78 Mass. App. Ct. 208

February 9, 2010 - November 4, 2010

Court Below: Superior Court, Suffolk


Appeals Court, Appeal from order of single justice. Moot Question. Practice, Civil, Moot case. Public Works, Bidding procedure. Contract, Public works, Bidding for contract.

This court dismissed, as moot, an appeal from an order of a single justice granting a petition to dissolve a preliminary injunction that had stayed the awarding by a town of a contract for a road paving project, where the town had awarded the contract and the project had moved forward, [209-210] TRAINOR, J., concurring in the result.

CIVIL ACTION commenced in the Superior Court Department on April 13, 2009.

After proceedings before Herman J. Smith, Jr., J., a petition seeking relief from an order granting a preliminary injunction was heard in the Appeals Court by Cypher, J.

Andrew W. Daniels for the plaintiff.

Richard T. Holland for the defendant.

MILKEY, J. In February of 2009, the town of Lincoln (town) solicited bids on a road paving project. The town eventually awarded the contract to Sunshine Paving Corp. (Sunshine), which had submitted the lowest bid. To award the contract to Sunshine, the town had to waive a prequalification requirement that had been included in the bid documents (regarding the scale of the projects on which bidders had previously worked).

E.H. Perkins Construction, Inc. (Perkins), a competitor of Sunshine, also bid on the contract. After the town stated its intent to award the contract to Sunshine, Perkins filed an action in Superior Court seeking to contest the town's intended course of action. Its complaint, which remains pending in Superior

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Court, alleges that the town's waiver of the prequalification requirement violated the public bidding laws. The complaint requested injunctive relief and reimbursement of Perkins's bid preparation costs.

After a Superior Court judge granted Perkins's request for a preliminary injunction staying the process, the town filed a petition for interlocutory review pursuant to G. L. c. 231, § 118, first par., seeking to dissolve the preliminary injunction (so as to allow the awarding of the contract and the paving project itself to move forward). A single justice of this court granted that petition on June 11, 2009, and Perkins now appeals that order pursuant to G. L. c. 231, § 118, second par. [Note 1] See T & D Video, Inc. v. Revere, 423 Mass. 577 , 580 (1996).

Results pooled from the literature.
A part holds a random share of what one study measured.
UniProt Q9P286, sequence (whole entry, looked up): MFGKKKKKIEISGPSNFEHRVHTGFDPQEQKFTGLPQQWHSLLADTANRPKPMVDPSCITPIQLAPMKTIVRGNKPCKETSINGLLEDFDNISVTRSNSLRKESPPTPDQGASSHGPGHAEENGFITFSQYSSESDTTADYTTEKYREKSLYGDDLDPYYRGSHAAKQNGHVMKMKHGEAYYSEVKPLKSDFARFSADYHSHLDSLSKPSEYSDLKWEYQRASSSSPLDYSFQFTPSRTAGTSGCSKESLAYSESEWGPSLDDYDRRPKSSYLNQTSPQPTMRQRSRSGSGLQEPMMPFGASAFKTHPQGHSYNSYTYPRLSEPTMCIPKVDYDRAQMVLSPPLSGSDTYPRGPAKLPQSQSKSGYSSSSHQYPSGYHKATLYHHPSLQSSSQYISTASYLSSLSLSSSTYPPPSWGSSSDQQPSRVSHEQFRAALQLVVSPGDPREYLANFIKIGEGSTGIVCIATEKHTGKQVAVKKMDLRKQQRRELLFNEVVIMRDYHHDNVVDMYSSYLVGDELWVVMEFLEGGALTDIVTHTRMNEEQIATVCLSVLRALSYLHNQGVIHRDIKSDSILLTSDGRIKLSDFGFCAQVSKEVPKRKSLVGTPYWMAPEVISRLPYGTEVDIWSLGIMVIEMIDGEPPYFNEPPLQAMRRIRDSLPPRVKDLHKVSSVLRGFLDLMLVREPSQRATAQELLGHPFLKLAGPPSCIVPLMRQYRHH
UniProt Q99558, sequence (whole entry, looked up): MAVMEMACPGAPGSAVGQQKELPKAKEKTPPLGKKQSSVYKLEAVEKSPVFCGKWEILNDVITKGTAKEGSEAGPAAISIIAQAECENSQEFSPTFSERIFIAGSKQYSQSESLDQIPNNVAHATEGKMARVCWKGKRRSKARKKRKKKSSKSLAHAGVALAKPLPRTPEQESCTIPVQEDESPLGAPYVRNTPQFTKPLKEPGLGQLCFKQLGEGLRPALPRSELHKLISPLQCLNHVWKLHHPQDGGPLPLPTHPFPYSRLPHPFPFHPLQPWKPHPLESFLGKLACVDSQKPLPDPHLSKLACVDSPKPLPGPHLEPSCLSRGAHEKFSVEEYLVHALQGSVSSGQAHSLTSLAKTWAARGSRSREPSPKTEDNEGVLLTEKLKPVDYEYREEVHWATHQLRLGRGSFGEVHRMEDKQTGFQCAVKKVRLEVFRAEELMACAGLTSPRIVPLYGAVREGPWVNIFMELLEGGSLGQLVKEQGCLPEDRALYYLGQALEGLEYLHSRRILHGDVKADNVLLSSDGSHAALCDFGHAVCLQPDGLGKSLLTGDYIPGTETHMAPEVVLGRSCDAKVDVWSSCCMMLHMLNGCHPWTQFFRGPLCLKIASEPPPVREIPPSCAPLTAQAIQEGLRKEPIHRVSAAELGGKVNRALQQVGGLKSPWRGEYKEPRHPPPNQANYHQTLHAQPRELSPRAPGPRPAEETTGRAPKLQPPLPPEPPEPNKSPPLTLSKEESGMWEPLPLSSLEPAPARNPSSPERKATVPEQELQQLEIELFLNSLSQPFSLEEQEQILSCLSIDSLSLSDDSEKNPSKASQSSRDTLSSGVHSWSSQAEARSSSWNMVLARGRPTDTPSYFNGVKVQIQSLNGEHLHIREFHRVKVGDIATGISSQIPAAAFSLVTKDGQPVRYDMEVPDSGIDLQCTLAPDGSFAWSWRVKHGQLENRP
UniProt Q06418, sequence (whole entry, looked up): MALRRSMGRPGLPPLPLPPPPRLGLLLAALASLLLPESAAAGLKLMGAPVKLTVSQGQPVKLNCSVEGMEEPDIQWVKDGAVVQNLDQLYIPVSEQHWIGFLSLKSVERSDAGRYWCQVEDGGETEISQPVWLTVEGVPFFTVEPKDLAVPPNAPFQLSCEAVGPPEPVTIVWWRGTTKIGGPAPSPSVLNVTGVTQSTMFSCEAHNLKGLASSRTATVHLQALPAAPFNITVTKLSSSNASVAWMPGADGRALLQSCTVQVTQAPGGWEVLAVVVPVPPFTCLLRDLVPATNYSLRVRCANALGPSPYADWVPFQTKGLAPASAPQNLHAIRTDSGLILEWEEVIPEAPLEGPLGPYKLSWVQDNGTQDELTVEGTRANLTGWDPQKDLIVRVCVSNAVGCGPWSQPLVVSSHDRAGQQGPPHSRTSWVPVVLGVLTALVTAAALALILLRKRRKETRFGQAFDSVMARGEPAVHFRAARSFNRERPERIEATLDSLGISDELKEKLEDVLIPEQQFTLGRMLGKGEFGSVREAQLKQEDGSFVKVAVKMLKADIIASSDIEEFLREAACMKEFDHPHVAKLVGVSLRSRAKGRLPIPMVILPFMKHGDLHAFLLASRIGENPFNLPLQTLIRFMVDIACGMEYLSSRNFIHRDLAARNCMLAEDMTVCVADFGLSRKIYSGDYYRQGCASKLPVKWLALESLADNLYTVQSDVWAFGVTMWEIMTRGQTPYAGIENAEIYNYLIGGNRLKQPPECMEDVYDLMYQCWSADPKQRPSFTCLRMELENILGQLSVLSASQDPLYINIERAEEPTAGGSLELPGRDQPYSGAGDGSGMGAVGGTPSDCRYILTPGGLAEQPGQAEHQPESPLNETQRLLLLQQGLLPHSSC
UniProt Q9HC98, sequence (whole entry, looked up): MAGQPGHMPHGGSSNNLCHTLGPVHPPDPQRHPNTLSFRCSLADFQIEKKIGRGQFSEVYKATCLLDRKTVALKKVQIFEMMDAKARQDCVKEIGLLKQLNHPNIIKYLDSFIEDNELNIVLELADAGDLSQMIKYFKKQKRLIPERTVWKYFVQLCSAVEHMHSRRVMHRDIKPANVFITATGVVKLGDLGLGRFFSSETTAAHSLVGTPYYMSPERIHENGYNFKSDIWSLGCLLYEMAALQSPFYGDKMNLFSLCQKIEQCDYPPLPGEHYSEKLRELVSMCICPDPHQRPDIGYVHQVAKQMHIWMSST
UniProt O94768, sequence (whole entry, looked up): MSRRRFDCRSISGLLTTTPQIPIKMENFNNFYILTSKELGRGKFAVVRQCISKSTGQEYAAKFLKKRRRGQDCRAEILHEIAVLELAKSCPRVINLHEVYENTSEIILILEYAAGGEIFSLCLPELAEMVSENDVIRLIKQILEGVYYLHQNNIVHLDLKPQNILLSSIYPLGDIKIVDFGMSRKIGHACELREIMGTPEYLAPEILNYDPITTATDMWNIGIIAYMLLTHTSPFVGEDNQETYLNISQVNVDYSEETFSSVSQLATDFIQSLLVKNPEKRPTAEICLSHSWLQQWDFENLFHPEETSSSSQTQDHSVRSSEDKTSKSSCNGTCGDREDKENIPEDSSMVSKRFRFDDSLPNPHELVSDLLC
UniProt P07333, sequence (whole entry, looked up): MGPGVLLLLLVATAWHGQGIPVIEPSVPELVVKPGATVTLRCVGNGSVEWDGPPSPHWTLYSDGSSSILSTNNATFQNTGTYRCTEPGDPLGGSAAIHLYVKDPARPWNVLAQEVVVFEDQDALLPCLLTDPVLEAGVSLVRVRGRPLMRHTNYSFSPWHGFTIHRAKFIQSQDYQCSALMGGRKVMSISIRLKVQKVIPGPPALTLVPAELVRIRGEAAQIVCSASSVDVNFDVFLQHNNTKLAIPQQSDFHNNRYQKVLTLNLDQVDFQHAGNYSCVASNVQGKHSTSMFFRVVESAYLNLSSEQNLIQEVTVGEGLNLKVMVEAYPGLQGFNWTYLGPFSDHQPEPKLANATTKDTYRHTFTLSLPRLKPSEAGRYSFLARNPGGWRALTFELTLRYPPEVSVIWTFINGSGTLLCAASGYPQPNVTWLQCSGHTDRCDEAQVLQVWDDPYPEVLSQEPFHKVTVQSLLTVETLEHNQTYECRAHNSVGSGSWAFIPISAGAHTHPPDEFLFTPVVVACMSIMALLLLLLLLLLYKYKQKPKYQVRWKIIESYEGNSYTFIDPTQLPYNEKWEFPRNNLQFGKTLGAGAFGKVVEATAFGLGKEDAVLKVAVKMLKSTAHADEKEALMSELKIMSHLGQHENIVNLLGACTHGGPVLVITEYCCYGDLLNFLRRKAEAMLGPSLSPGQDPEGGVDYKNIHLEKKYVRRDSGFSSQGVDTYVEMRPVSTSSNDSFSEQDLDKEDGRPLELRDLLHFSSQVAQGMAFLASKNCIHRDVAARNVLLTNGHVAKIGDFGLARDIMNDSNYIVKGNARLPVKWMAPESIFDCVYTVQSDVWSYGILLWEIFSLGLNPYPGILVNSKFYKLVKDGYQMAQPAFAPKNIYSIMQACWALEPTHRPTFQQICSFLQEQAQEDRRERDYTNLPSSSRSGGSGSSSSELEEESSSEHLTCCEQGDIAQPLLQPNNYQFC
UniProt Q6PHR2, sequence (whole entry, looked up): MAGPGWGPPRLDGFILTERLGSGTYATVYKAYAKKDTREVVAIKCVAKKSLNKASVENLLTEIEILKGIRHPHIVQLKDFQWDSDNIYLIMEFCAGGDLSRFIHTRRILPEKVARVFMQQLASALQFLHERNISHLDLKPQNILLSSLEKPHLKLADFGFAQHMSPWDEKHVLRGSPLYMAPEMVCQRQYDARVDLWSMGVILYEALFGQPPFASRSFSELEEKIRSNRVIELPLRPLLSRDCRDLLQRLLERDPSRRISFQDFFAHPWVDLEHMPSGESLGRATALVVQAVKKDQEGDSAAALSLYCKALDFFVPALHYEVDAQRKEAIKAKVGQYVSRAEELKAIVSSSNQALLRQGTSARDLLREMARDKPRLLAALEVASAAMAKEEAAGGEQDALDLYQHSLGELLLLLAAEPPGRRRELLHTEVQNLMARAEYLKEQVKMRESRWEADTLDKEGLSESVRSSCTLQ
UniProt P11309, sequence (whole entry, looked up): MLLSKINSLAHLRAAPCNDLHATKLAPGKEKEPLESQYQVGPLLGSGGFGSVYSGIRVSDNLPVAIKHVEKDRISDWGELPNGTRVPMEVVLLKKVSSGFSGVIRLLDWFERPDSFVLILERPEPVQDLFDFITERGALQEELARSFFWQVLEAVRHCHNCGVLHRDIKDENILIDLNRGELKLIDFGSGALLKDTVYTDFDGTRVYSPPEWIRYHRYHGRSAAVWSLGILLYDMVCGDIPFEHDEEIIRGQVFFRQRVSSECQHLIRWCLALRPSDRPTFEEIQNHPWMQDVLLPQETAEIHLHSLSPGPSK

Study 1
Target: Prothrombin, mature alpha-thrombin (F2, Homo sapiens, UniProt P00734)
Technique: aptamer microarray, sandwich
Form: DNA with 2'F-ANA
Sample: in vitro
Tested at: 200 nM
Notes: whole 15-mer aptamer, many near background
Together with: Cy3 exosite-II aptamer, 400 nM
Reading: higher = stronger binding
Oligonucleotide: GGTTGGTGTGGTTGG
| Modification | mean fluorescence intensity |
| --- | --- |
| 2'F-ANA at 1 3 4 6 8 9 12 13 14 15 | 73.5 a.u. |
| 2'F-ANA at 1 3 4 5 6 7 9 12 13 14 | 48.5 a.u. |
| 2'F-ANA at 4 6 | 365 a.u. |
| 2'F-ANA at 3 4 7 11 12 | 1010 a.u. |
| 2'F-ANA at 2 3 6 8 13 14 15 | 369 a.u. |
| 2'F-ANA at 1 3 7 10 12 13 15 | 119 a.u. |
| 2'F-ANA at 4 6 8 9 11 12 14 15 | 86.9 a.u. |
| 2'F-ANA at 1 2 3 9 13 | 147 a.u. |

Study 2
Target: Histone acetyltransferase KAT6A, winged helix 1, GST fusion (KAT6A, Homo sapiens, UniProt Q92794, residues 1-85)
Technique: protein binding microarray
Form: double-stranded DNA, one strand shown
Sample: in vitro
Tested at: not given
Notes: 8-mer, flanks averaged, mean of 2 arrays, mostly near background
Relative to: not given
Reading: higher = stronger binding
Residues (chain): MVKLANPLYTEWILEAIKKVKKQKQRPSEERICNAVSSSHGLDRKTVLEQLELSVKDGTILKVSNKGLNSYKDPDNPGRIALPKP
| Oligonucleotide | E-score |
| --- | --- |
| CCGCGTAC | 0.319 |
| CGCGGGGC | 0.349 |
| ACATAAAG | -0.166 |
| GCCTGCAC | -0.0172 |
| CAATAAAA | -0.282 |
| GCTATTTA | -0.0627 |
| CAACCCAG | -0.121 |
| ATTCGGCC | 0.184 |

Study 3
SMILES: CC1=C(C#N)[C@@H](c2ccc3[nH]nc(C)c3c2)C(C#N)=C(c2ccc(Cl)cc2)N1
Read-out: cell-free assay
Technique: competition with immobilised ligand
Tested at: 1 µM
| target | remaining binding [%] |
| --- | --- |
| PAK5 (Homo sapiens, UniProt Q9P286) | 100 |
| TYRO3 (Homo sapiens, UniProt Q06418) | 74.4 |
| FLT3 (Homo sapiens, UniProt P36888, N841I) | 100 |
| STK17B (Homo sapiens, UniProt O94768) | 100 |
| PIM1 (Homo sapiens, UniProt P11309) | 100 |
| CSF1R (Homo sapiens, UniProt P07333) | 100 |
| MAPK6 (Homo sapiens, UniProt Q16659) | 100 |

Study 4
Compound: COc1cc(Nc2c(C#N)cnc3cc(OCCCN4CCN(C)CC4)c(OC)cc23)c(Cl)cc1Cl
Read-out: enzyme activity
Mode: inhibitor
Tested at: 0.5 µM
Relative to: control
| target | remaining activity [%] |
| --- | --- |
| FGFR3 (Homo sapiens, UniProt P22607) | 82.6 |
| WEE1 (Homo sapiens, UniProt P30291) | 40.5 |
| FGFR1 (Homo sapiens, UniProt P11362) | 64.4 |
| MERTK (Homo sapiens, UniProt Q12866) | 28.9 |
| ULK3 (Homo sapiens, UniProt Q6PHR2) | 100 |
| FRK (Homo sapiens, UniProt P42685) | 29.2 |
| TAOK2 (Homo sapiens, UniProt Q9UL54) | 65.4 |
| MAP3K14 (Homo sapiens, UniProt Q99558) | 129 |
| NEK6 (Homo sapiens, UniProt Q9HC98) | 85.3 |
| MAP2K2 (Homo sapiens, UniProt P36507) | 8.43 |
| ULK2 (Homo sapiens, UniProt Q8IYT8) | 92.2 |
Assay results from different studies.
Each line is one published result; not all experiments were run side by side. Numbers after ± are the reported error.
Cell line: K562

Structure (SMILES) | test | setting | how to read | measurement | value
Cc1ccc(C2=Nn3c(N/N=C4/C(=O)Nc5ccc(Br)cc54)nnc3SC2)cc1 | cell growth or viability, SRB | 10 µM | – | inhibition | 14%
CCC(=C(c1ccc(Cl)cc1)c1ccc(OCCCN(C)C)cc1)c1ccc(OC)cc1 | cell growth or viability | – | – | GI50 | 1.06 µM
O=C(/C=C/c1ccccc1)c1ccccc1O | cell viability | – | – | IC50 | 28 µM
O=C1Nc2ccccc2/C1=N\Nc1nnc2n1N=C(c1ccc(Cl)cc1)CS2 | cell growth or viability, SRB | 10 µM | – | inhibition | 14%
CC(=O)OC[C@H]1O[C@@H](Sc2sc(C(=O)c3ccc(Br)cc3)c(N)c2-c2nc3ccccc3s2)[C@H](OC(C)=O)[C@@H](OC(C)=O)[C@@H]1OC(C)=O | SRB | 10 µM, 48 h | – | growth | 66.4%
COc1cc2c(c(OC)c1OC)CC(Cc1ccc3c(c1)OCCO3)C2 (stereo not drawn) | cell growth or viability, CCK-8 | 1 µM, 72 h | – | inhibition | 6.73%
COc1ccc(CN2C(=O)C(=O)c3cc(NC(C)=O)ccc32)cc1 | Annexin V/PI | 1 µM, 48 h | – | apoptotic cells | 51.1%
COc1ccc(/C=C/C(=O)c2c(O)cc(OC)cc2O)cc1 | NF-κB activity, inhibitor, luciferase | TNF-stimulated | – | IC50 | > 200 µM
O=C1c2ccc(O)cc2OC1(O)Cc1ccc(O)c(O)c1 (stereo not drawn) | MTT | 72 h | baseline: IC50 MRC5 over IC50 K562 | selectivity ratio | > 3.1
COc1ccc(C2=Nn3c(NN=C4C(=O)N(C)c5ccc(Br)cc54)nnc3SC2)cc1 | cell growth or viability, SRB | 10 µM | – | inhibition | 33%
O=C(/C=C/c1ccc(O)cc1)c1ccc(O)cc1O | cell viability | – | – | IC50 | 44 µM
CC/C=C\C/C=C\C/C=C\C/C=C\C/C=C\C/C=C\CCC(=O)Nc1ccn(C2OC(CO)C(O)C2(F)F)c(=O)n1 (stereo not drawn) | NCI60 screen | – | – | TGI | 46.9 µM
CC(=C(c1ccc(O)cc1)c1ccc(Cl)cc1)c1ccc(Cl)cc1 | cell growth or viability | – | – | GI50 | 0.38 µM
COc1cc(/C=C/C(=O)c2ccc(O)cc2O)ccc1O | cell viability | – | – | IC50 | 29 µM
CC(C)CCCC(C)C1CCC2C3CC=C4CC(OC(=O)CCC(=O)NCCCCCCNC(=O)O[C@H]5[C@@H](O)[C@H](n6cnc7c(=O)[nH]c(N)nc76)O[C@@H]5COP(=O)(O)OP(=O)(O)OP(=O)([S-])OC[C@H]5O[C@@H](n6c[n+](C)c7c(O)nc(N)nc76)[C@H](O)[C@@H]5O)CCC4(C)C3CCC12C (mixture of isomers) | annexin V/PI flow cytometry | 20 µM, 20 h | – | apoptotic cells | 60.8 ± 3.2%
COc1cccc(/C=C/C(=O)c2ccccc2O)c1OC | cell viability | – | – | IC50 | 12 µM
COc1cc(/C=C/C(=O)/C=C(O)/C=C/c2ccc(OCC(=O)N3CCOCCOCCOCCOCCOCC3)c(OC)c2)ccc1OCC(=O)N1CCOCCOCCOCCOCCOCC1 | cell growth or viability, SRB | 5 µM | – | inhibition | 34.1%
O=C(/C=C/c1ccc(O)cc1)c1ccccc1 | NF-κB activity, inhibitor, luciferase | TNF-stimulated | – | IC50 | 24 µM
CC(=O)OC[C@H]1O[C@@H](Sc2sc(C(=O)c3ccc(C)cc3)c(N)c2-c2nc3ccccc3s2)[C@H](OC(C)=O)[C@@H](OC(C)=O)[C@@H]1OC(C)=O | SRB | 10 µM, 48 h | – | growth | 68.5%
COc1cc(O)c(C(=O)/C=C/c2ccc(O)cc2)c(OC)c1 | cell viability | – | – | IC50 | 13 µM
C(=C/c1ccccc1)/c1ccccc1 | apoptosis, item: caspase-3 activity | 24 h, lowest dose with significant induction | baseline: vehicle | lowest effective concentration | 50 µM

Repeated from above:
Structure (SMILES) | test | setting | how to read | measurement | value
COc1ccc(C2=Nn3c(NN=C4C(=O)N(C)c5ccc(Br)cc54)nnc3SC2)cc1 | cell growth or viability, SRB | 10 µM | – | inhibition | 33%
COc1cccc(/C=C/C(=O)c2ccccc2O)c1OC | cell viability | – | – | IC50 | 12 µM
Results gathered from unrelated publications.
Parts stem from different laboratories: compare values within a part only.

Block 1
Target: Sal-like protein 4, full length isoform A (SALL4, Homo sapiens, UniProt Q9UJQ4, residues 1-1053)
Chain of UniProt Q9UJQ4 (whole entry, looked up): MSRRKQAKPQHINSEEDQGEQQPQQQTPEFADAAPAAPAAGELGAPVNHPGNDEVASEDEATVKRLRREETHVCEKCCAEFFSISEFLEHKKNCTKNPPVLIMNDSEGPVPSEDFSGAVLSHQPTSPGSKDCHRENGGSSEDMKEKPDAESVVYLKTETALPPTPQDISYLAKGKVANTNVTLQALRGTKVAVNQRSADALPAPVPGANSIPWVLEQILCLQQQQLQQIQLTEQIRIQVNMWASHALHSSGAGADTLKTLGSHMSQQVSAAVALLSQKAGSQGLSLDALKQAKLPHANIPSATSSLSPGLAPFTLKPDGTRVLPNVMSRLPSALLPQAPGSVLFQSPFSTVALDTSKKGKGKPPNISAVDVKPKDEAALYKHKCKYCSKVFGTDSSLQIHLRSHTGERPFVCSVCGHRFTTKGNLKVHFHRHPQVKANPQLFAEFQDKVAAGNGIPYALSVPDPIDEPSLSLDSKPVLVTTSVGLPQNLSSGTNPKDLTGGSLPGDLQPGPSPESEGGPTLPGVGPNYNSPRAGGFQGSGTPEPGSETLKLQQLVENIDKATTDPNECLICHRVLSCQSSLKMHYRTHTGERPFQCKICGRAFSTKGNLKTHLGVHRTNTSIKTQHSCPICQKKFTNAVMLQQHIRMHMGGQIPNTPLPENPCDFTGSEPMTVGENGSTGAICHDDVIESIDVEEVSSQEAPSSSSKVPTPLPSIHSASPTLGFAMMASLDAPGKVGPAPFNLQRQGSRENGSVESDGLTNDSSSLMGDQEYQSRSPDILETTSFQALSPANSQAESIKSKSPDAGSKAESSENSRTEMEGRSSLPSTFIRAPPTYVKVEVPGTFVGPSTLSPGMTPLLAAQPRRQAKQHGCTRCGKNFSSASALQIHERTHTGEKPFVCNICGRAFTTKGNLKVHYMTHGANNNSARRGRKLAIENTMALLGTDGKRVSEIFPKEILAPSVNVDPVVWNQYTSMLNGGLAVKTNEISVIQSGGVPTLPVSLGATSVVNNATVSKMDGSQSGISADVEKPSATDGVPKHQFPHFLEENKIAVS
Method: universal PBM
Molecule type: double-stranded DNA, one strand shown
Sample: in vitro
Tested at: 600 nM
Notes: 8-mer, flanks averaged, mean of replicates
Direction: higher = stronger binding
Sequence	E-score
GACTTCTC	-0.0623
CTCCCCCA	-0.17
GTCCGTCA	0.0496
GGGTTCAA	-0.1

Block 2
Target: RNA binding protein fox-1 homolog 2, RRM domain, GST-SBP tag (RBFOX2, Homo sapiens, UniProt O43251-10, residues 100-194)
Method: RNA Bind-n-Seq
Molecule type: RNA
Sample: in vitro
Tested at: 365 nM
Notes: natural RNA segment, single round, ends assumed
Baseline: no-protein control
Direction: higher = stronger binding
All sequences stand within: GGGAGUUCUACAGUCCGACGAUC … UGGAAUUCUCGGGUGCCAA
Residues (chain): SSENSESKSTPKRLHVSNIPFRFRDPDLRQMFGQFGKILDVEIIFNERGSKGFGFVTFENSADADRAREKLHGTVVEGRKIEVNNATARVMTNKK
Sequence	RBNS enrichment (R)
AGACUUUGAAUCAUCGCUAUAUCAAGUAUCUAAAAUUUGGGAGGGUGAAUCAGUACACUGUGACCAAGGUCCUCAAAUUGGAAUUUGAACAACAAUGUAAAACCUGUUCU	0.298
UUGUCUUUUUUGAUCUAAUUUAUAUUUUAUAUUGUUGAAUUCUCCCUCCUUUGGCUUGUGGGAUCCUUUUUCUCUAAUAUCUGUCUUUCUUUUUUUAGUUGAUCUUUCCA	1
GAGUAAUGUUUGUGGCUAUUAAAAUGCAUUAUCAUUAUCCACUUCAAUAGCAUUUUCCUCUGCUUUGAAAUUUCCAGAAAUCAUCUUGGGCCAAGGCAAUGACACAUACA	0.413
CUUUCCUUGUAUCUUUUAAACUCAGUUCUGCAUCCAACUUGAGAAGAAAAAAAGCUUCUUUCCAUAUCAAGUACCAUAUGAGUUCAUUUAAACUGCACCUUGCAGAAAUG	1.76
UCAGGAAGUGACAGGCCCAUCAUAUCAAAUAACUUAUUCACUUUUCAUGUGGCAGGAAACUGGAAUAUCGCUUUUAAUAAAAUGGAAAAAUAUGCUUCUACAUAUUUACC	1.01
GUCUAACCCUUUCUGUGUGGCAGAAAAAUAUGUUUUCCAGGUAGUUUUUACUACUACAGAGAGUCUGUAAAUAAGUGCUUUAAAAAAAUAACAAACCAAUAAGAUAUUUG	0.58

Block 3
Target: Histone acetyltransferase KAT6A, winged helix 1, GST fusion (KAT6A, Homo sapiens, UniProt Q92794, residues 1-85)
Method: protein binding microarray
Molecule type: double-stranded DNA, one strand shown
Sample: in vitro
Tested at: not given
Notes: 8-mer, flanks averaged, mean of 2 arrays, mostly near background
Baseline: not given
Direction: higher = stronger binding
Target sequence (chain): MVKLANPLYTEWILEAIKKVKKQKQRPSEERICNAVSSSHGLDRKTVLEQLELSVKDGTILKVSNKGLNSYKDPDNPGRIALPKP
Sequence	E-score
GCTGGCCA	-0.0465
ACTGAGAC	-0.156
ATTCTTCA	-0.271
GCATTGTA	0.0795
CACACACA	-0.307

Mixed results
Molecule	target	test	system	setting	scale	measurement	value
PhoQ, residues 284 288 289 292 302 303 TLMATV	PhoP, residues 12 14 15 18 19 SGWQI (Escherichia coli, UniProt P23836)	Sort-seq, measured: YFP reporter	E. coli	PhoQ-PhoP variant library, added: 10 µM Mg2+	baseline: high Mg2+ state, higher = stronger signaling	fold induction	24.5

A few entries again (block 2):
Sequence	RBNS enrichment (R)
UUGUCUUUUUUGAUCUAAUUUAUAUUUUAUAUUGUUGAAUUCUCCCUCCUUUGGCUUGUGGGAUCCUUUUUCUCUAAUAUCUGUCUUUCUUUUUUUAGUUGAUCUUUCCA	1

The current appeal presents the narrow question whether the single justice abused her discretion in addressing the preliminary relief issues. [Note 2] See Aspinall v. Philip Morris Cos., 442 Mass. 381 , 389-390 (2004). The town awarded the paving contract to Sunshine, and the project has long since moved forward. [Note 3] Perkins implicitly acknowledged in its brief that it has no interest in whether the preliminary injunction is reinstated, and it expressly acknowledged at oral argument that the question of injunctive relief is at this point purely "academic." Perkins seeks to transform the current limited appeal into a vehicle for resolving the underlying merits, which remain pending in Superior Court. That case is still alive, because Perkins is seeking to recover its bid preparation costs.

The initial question we face is whether the appeal before us is moot. "Ordinarily, litigation is considered moot when the party who claimed to be aggrieved ceases to have a personal stake in its outcome." Blake v. Massachusetts Parole Bd., 369 Mass. 701 ,

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703 (1976). Although Perkins has a personal stake in the underlying merits, the current appeal is limited to whether the preliminary injunction should be reinstated. Where Perkins has conceded that it has only an "academic" interest in that question, the current appeal is moot and should be dismissed. [Note 4]

This is not to say that the underlying merits do not warrant judicial review. Indeed, we agree with our concurring colleague that the substantive issues that Perkins seeks to raise are important ones that merit judicial examination. That review, however, should occur first in the trial court, with any appellate review to follow entry of final judgment. [Note 5]

Appeal dismissed.

TRAINOR, J. (concurring in the result). I agree with the majority that this appeal presents us with the question whether the single justice abused her discretion in dissolving the preliminary injunction. I believe that the order of the single justice should be affirmed. Ultimately, I also believe that the appeal is moot, and therefore, I concur in the result.

This case raises issues of significant concern to the public interest, and there is no guarantee that E.H. Perkins Construction, Inc. (Perkins), will pursue expensive litigation in the trial court for the sake of recovering its bid preparation costs and then pursue another appeal that has already been fully briefed. While Perkins is entitled to pursue recovery of its bid preparation costs in the trial court, it is possible, if not probable, that